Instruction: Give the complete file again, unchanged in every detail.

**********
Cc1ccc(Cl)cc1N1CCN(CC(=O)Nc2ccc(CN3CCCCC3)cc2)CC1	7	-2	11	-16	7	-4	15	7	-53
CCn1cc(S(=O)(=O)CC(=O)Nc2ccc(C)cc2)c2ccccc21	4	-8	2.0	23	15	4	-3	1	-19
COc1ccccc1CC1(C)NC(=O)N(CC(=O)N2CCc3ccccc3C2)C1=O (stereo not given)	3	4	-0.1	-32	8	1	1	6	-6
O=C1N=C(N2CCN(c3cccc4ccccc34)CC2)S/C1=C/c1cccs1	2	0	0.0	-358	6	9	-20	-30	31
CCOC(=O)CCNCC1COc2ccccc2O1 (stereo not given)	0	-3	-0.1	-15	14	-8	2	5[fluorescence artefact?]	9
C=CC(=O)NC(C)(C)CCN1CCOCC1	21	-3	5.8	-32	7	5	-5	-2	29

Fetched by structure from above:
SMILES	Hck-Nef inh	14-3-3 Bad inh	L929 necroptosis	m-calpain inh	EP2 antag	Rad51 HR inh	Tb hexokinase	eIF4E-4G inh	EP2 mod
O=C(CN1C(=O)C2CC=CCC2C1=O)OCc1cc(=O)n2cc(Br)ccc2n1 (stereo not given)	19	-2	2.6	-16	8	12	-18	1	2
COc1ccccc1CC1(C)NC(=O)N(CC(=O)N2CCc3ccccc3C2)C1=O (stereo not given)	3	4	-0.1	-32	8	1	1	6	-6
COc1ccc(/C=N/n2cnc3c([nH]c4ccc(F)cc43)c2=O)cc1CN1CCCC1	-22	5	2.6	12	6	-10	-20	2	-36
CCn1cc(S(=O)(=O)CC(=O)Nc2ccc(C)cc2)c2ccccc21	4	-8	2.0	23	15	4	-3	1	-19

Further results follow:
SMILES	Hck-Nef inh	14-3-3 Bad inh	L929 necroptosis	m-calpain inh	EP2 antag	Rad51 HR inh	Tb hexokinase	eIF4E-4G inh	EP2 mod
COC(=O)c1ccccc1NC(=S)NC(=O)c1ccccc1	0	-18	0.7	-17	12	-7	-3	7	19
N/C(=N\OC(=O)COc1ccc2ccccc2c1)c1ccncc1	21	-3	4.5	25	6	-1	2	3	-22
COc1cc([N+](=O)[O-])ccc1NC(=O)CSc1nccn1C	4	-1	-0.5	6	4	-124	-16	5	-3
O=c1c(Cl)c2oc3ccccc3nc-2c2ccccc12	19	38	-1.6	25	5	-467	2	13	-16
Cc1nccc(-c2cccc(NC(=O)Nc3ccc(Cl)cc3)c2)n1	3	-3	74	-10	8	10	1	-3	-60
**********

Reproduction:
Cc1ccc(Cl)cc1N1CCN(CC(=O)Nc2ccc(CN3CCCCC3)cc2)CC1	7	-2	11	-16	7	-4	15	7	-53
CCn1cc(S(=O)(=O)CC(=O)Nc2ccc(C)cc2)c2ccccc21	4	-8	2.0	23	15	4	-3	1	-19
COc1ccccc1CC1(C)NC(=O)N(CC(=O)N2CCc3ccccc3C2)C1=O (stereo not given)	3	4	-0.1	-32	8	1	1	6	-6
O=C1N=C(N2CCN(c3cccc4ccccc34)CC2)S/C1=C/c1cccs1	2	0	0.0	-358	6	9	-20	-30	31
CCOC(=O)CCNCC1COc2ccccc2O1 (stereo not given)	0	-3	-0.1	-15	14	-8	2	5[fluorescence artefact?]	9
C=CC(=O)NC(C)(C)CCN1CCOCC1	21	-3	5.8	-32	7	5	-5	-2	29

Fetched by structure from above:
SMILES	Hck-Nef inh	14-3-3 Bad inh	L929 necroptosis	m-calpain inh	EP2 antag	Rad51 HR inh	Tb hexokinase	eIF4E-4G inh	EP2 mod
O=C(CN1C(=O)C2CC=CCC2C1=O)OCc1cc(=O)n2cc(Br)ccc2n1 (stereo not given)	19	-2	2.6	-16	8	12	-18	1	2
COc1ccccc1CC1(C)NC(=O)N(CC(=O)N2CCc3ccccc3C2)C1=O (stereo not given)	3	4	-0.1	-32	8	1	1	6	-6
COc1ccc(/C=N/n2cnc3c([nH]c4ccc(F)cc43)c2=O)cc1CN1CCCC1	-22	5	2.6	12	6	-10	-20	2	-36
CCn1cc(S(=O)(=O)CC(=O)Nc2ccc(C)cc2)c2ccccc21	4	-8	2.0	23	15	4	-3	1	-19

Further results follow:
SMILES	Hck-Nef inh	14-3-3 Bad inh	L929 necroptosis	m-calpain inh	EP2 antag	Rad51 HR inh	Tb hexokinase	eIF4E-4G inh	EP2 mod
COC(=O)c1ccccc1NC(=S)NC(=O)c1ccccc1	0	-18	0.7	-17	12	-7	-3	7	19
N/C(=N\OC(=O)COc1ccc2ccccc2c1)c1ccncc1	21	-3	4.5	25	6	-1	2	3	-22
COc1cc([N+](=O)[O-])ccc1NC(=O)CSc1nccn1C	4	-1	-0.5	6	4	-124	-16	5	-3
O=c1c(Cl)c2oc3ccccc3nc-2c2ccccc12	19	38	-1.6	25	5	-467	2	13	-16
Cc1nccc(-c2cccc(NC(=O)Nc3ccc(Cl)cc3)c2)n1	3	-3	74	-10	8	10	1	-3	-60